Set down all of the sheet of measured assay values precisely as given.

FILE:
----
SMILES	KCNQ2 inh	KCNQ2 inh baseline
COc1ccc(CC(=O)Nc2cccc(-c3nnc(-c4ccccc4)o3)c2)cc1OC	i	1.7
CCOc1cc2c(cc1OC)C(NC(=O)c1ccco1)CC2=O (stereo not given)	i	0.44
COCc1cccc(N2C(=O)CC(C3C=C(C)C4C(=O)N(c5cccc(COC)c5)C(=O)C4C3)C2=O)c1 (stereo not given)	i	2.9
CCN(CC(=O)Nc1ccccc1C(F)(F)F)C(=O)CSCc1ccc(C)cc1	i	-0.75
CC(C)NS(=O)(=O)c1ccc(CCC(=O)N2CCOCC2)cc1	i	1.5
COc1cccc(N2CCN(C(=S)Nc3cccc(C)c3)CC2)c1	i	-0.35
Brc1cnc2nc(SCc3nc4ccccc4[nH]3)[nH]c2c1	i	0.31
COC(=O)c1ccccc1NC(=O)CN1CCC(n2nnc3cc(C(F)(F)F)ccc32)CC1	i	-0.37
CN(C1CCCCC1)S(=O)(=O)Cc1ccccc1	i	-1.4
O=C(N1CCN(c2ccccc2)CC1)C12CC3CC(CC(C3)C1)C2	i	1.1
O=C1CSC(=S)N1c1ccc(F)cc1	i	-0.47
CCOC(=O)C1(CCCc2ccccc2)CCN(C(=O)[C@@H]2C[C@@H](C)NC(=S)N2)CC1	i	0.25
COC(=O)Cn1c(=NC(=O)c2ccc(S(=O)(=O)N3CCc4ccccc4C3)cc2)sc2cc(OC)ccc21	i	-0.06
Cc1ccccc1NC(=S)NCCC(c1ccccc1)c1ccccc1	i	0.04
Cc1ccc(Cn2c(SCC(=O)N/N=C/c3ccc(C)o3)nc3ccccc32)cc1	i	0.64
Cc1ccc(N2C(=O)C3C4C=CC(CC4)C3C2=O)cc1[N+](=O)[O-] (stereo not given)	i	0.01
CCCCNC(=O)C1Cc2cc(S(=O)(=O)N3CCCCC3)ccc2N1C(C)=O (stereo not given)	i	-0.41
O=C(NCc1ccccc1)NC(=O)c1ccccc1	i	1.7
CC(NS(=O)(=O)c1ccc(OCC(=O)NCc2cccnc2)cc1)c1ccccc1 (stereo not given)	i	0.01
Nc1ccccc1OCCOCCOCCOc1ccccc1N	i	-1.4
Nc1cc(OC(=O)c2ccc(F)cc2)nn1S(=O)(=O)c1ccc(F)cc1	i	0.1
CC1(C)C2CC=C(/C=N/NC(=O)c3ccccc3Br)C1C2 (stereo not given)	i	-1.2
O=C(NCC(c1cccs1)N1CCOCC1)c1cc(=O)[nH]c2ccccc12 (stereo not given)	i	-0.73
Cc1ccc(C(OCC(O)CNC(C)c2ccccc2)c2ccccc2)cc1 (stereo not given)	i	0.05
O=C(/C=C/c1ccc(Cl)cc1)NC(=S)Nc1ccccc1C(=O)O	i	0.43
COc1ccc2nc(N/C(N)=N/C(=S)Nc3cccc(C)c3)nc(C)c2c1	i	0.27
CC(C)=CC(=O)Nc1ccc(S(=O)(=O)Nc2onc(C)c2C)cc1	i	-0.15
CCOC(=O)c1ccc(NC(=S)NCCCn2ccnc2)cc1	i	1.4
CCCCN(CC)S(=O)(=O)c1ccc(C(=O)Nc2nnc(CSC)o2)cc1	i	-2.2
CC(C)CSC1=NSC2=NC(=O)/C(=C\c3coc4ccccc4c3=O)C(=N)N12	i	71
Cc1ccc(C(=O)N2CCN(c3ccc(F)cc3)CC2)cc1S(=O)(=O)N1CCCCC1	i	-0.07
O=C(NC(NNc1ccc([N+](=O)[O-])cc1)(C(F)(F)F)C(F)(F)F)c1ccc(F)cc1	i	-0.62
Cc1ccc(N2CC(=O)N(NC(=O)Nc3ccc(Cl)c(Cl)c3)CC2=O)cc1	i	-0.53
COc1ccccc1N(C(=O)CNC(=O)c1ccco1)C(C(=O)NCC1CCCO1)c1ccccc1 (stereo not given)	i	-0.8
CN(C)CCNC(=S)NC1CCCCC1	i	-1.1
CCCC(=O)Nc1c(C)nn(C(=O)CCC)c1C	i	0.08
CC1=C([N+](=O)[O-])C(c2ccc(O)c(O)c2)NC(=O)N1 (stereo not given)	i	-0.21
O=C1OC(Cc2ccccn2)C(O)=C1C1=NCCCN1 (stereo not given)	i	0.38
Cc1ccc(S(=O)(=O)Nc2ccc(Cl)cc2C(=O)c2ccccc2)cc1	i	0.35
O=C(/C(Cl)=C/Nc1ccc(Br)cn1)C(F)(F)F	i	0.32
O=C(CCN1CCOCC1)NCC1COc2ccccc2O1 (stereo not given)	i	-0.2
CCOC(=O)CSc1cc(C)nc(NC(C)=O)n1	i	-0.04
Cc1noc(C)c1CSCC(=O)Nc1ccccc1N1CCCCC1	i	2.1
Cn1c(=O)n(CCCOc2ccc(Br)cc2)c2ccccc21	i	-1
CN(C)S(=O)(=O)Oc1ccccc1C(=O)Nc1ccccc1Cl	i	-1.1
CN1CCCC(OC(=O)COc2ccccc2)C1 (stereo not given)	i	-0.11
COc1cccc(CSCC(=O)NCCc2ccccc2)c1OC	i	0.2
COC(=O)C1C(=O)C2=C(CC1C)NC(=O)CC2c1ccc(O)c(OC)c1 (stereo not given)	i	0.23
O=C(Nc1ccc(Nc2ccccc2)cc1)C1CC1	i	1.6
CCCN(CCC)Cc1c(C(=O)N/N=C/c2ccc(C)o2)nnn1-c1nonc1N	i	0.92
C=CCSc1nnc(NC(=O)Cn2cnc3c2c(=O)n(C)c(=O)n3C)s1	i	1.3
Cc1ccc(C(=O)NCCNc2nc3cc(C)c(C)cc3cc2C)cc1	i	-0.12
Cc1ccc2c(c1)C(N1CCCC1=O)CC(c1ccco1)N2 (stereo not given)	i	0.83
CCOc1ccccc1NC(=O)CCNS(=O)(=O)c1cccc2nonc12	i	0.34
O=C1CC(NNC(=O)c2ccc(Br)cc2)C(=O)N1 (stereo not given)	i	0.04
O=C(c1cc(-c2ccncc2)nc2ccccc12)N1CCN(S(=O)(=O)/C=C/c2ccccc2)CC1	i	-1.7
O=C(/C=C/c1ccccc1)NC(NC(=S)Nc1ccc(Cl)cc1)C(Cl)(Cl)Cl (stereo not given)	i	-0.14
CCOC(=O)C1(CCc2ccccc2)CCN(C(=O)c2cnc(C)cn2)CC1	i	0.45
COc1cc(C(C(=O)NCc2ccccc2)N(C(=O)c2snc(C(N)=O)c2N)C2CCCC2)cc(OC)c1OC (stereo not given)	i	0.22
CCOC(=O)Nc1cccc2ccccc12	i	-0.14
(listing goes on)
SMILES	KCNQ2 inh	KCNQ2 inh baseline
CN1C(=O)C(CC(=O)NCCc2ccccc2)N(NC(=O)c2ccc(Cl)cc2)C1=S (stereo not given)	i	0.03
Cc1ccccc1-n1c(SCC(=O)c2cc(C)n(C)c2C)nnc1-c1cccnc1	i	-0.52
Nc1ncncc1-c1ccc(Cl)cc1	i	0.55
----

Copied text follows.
SMILES	KCNQ2 inh	KCNQ2 inh baseline
COc1ccc(CC(=O)Nc2cccc(-c3nnc(-c4ccccc4)o3)c2)cc1OC	i	1.7
CCOc1cc2c(cc1OC)C(NC(=O)c1ccco1)CC2=O (stereo not given)	i	0.44
COCc1cccc(N2C(=O)CC(C3C=C(C)C4C(=O)N(c5cccc(COC)c5)C(=O)C4C3)C2=O)c1 (stereo not given)	i	2.9
CCN(CC(=O)Nc1ccccc1C(F)(F)F)C(=O)CSCc1ccc(C)cc1	i	-0.75
CC(C)NS(=O)(=O)c1ccc(CCC(=O)N2CCOCC2)cc1	i	1.5
COc1cccc(N2CCN(C(=S)Nc3cccc(C)c3)CC2)c1	i	-0.35
Brc1cnc2nc(SCc3nc4ccccc4[nH]3)[nH]c2c1	i	0.31
COC(=O)c1ccccc1NC(=O)CN1CCC(n2nnc3cc(C(F)(F)F)ccc32)CC1	i	-0.37
CN(C1CCCCC1)S(=O)(=O)Cc1ccccc1	i	-1.4
O=C(N1CCN(c2ccccc2)CC1)C12CC3CC(CC(C3)C1)C2	i	1.1
O=C1CSC(=S)N1c1ccc(F)cc1	i	-0.47
CCOC(=O)C1(CCCc2ccccc2)CCN(C(=O)[C@@H]2C[C@@H](C)NC(=S)N2)CC1	i	0.25
COC(=O)Cn1c(=NC(=O)c2ccc(S(=O)(=O)N3CCc4ccccc4C3)cc2)sc2cc(OC)ccc21	i	-0.06
Cc1ccccc1NC(=S)NCCC(c1ccccc1)c1ccccc1	i	0.04
Cc1ccc(Cn2c(SCC(=O)N/N=C/c3ccc(C)o3)nc3ccccc32)cc1	i	0.64
Cc1ccc(N2C(=O)C3C4C=CC(CC4)C3C2=O)cc1[N+](=O)[O-] (stereo not given)	i	0.01
CCCCNC(=O)C1Cc2cc(S(=O)(=O)N3CCCCC3)ccc2N1C(C)=O (stereo not given)	i	-0.41
O=C(NCc1ccccc1)NC(=O)c1ccccc1	i	1.7
CC(NS(=O)(=O)c1ccc(OCC(=O)NCc2cccnc2)cc1)c1ccccc1 (stereo not given)	i	0.01
Nc1ccccc1OCCOCCOCCOc1ccccc1N	i	-1.4
Nc1cc(OC(=O)c2ccc(F)cc2)nn1S(=O)(=O)c1ccc(F)cc1	i	0.1
CC1(C)C2CC=C(/C=N/NC(=O)c3ccccc3Br)C1C2 (stereo not given)	i	-1.2
O=C(NCC(c1cccs1)N1CCOCC1)c1cc(=O)[nH]c2ccccc12 (stereo not given)	i	-0.73
Cc1ccc(C(OCC(O)CNC(C)c2ccccc2)c2ccccc2)cc1 (stereo not given)	i	0.05
O=C(/C=C/c1ccc(Cl)cc1)NC(=S)Nc1ccccc1C(=O)O	i	0.43
COc1ccc2nc(N/C(N)=N/C(=S)Nc3cccc(C)c3)nc(C)c2c1	i	0.27
CC(C)=CC(=O)Nc1ccc(S(=O)(=O)Nc2onc(C)c2C)cc1	i	-0.15
CCOC(=O)c1ccc(NC(=S)NCCCn2ccnc2)cc1	i	1.4
CCCCN(CC)S(=O)(=O)c1ccc(C(=O)Nc2nnc(CSC)o2)cc1	i	-2.2
CC(C)CSC1=NSC2=NC(=O)/C(=C\c3coc4ccccc4c3=O)C(=N)N12	i	71
Cc1ccc(C(=O)N2CCN(c3ccc(F)cc3)CC2)cc1S(=O)(=O)N1CCCCC1	i	-0.07
O=C(NC(NNc1ccc([N+](=O)[O-])cc1)(C(F)(F)F)C(F)(F)F)c1ccc(F)cc1	i	-0.62
Cc1ccc(N2CC(=O)N(NC(=O)Nc3ccc(Cl)c(Cl)c3)CC2=O)cc1	i	-0.53
COc1ccccc1N(C(=O)CNC(=O)c1ccco1)C(C(=O)NCC1CCCO1)c1ccccc1 (stereo not given)	i	-0.8
CN(C)CCNC(=S)NC1CCCCC1	i	-1.1
CCCC(=O)Nc1c(C)nn(C(=O)CCC)c1C	i	0.08
CC1=C([N+](=O)[O-])C(c2ccc(O)c(O)c2)NC(=O)N1 (stereo not given)	i	-0.21
O=C1OC(Cc2ccccn2)C(O)=C1C1=NCCCN1 (stereo not given)	i	0.38
Cc1ccc(S(=O)(=O)Nc2ccc(Cl)cc2C(=O)c2ccccc2)cc1	i	0.35
O=C(/C(Cl)=C/Nc1ccc(Br)cn1)C(F)(F)F	i	0.32
O=C(CCN1CCOCC1)NCC1COc2ccccc2O1 (stereo not given)	i	-0.2
CCOC(=O)CSc1cc(C)nc(NC(C)=O)n1	i	-0.04
Cc1noc(C)c1CSCC(=O)Nc1ccccc1N1CCCCC1	i	2.1
Cn1c(=O)n(CCCOc2ccc(Br)cc2)c2ccccc21	i	-1
CN(C)S(=O)(=O)Oc1ccccc1C(=O)Nc1ccccc1Cl	i	-1.1
CN1CCCC(OC(=O)COc2ccccc2)C1 (stereo not given)	i	-0.11
COc1cccc(CSCC(=O)NCCc2ccccc2)c1OC	i	0.2
COC(=O)C1C(=O)C2=C(CC1C)NC(=O)CC2c1ccc(O)c(OC)c1 (stereo not given)	i	0.23
O=C(Nc1ccc(Nc2ccccc2)cc1)C1CC1	i	1.6
CCCN(CCC)Cc1c(C(=O)N/N=C/c2ccc(C)o2)nnn1-c1nonc1N	i	0.92
C=CCSc1nnc(NC(=O)Cn2cnc3c2c(=O)n(C)c(=O)n3C)s1	i	1.3
Cc1ccc(C(=O)NCCNc2nc3cc(C)c(C)cc3cc2C)cc1	i	-0.12
Cc1ccc2c(c1)C(N1CCCC1=O)CC(c1ccco1)N2 (stereo not given)	i	0.83
CCOc1ccccc1NC(=O)CCNS(=O)(=O)c1cccc2nonc12	i	0.34
O=C1CC(NNC(=O)c2ccc(Br)cc2)C(=O)N1 (stereo not given)	i	0.04
O=C(c1cc(-c2ccncc2)nc2ccccc12)N1CCN(S(=O)(=O)/C=C/c2ccccc2)CC1	i	-1.7
O=C(/C=C/c1ccccc1)NC(NC(=S)Nc1ccc(Cl)cc1)C(Cl)(Cl)Cl (stereo not given)	i	-0.14
CCOC(=O)C1(CCc2ccccc2)CCN(C(=O)c2cnc(C)cn2)CC1	i	0.45
COc1cc(C(C(=O)NCc2ccccc2)N(C(=O)c2snc(C(N)=O)c2N)C2CCCC2)cc(OC)c1OC (stereo not given)	i	0.22
CCOC(=O)Nc1cccc2ccccc12	i	-0.14
(listing goes on)
SMILES	KCNQ2 inh	KCNQ2 inh baseline
CN1C(=O)C(CC(=O)NCCc2ccccc2)N(NC(=O)c2ccc(Cl)cc2)C1=S (stereo not given)	i	0.03
Cc1ccccc1-n1c(SCC(=O)c2cc(C)n(C)c2C)nnc1-c1cccnc1	i	-0.52
Nc1ncncc1-c1ccc(Cl)cc1	i	0.55